Colombia to 'radically diversify' exports, says new finance minister

Colombia's incoming Finance Minister Jose Antonio Ocampo reacts during an interview with Reuters, in Bogota, Colombia, August 2, 2022. REUTERS/Vannessa Jimenez/File Photo

CARTAGENA, Aug 11 (Reuters) - Colombia will prioritize the diversification of its exports to reduce its dependence on oil, gas and mining and combat its high trade deficit, its new Finance Minister Jose Antonio Ocampo said on Thursday.

The administration of leftist President Gustavo Petro, who took office on Sunday, has already proposed a tax reform set to raise 25 trillion pesos, some $5.8 billion, for social programs in 2023 - partly through increased duties on oil and coal exports - and is backing a bill to ban fracking for hydrocarbons. read more

Ocampo, speaking at the Colombian Business Association's annual conference, said he is open to changes to the tax bill but will not modify the amount being sought, which will also help reduce a fiscal deficit of some 80 trillion pesos.

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Colombia accumulated a nearly $6.5 billion trade balance deficit between January and May, up 20.5% on the same period a year earlier.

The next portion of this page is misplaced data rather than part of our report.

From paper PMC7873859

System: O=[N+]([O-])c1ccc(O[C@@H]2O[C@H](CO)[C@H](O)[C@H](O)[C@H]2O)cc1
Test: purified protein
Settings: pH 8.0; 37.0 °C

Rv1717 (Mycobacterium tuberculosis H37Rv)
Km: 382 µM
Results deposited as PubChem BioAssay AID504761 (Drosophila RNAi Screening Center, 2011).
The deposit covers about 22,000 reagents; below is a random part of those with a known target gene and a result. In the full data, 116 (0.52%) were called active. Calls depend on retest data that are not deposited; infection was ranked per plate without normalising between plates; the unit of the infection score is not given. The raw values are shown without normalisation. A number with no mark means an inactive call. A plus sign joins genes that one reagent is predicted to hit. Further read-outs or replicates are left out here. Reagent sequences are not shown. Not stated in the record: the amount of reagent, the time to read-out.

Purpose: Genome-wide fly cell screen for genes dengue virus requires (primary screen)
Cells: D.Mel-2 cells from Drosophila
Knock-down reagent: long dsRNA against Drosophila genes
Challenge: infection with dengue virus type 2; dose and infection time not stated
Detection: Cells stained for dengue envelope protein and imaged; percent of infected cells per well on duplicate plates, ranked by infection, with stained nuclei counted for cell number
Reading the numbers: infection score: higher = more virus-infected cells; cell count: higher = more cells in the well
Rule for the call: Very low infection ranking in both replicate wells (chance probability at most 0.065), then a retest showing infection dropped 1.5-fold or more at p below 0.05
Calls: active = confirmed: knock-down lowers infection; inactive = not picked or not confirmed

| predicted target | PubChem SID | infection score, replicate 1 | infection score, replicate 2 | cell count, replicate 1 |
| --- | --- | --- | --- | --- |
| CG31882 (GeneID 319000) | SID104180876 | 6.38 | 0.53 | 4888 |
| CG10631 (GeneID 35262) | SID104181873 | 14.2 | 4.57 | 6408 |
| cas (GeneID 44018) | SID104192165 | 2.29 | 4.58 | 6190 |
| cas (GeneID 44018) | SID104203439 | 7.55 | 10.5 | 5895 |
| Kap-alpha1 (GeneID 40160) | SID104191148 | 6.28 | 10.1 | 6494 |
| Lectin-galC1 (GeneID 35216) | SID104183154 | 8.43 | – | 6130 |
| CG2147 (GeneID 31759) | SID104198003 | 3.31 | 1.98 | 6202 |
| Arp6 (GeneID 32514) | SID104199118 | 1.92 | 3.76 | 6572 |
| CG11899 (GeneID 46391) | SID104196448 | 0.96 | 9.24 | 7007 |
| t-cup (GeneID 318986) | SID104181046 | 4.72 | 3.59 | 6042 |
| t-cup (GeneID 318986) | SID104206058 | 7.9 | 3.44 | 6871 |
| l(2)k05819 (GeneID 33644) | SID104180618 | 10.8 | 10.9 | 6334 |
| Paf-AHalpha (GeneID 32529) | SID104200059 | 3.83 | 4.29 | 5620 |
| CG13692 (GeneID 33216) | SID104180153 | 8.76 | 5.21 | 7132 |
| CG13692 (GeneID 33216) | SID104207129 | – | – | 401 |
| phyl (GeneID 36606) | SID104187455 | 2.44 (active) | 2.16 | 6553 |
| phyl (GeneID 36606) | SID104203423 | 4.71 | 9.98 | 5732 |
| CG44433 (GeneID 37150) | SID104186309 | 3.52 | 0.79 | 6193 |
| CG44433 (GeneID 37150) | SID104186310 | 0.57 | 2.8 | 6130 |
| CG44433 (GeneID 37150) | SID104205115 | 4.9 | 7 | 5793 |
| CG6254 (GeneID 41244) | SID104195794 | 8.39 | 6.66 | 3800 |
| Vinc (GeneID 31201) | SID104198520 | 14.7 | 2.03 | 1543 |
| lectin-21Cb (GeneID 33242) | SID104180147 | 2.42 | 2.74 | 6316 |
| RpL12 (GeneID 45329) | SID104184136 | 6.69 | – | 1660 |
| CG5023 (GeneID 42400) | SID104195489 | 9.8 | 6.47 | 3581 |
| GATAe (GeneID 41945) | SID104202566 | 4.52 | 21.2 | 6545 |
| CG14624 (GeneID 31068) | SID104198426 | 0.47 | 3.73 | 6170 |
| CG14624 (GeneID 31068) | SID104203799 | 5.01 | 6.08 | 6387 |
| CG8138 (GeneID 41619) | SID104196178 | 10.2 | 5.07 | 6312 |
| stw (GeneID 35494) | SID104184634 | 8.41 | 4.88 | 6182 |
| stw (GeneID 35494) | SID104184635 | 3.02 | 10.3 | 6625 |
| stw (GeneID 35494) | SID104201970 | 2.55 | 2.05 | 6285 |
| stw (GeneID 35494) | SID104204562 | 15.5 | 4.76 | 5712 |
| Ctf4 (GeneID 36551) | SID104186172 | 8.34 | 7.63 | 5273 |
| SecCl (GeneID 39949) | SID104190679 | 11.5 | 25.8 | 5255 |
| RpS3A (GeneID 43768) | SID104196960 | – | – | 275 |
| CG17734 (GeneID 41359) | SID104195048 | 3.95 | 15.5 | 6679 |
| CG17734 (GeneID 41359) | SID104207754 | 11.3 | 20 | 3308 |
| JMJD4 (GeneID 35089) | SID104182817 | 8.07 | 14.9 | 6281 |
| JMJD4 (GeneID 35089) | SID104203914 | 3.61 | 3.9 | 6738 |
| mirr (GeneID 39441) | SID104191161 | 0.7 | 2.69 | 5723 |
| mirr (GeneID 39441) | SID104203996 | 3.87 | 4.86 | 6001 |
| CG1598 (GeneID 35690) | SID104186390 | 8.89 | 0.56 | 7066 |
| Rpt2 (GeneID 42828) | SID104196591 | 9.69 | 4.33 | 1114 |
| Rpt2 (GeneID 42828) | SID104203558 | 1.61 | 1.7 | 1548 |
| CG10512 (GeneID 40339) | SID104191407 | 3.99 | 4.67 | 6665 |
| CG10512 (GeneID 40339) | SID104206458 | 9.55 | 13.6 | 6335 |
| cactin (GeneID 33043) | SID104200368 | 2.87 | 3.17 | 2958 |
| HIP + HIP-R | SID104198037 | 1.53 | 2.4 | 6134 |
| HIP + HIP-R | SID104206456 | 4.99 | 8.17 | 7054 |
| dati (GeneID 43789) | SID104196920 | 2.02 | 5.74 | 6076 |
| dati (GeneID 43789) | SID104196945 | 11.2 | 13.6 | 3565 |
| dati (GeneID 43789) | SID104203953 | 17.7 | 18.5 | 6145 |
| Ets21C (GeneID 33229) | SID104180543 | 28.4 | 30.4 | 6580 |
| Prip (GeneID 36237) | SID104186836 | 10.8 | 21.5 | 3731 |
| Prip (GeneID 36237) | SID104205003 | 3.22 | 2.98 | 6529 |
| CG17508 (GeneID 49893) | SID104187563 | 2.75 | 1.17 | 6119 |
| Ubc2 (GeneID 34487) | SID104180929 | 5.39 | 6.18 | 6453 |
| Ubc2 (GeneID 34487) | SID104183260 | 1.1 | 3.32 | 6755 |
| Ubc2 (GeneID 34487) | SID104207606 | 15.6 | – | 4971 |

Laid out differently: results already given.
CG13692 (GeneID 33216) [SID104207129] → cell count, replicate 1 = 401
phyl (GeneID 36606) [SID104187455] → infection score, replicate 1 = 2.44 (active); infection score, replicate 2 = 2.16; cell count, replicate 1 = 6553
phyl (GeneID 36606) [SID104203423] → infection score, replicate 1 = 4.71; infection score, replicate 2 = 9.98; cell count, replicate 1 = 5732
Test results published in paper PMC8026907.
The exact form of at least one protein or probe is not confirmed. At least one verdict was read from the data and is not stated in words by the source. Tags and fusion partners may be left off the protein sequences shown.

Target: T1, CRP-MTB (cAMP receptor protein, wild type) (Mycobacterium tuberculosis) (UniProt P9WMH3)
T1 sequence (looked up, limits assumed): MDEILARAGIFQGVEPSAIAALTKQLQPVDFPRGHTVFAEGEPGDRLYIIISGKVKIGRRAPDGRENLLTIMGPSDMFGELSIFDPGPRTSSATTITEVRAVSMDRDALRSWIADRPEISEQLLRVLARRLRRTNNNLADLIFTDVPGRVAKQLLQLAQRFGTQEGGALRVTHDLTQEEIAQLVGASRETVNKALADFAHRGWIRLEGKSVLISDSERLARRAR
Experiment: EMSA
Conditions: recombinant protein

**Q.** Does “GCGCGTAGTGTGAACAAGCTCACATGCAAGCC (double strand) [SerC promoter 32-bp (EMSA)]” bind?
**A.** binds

The trade balance is the top reason for a wide current account deficit, which doubled last year to $17.8 billion, equivalent to 5.7% of gross domestic product. The central bank estimates that deficit will fall to 5.1% of GDP this year.

"The issue of exports is the number one priority for the government in terms of productive development," Ocampo said during his presentation at the conference.

"The commercial deficit has deteriorated, it's a serious problem," he added. "We continue to depend a lot on oil and coal as exports and we need to radically diversify, it's an important challenge."

Exports of oil and coal reached $15.6 billion during the first half of the year and accounted for 54.5% of the country's exports.

Business groups have said the reform, which would raise duties on companies by 12 trillion pesos ($2.8 billion), could hurt investment.

"All these issues we can debate and analyze if there are better solutions, but the alternative is not to reduce the amount," Ocampo said. "That alternative doesn't exist."

($1 = 4,273.82 pesos)

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Reporting by Nelson Bocanegra Writing by Julia Symmes Cobb Editing by Alistair Bell

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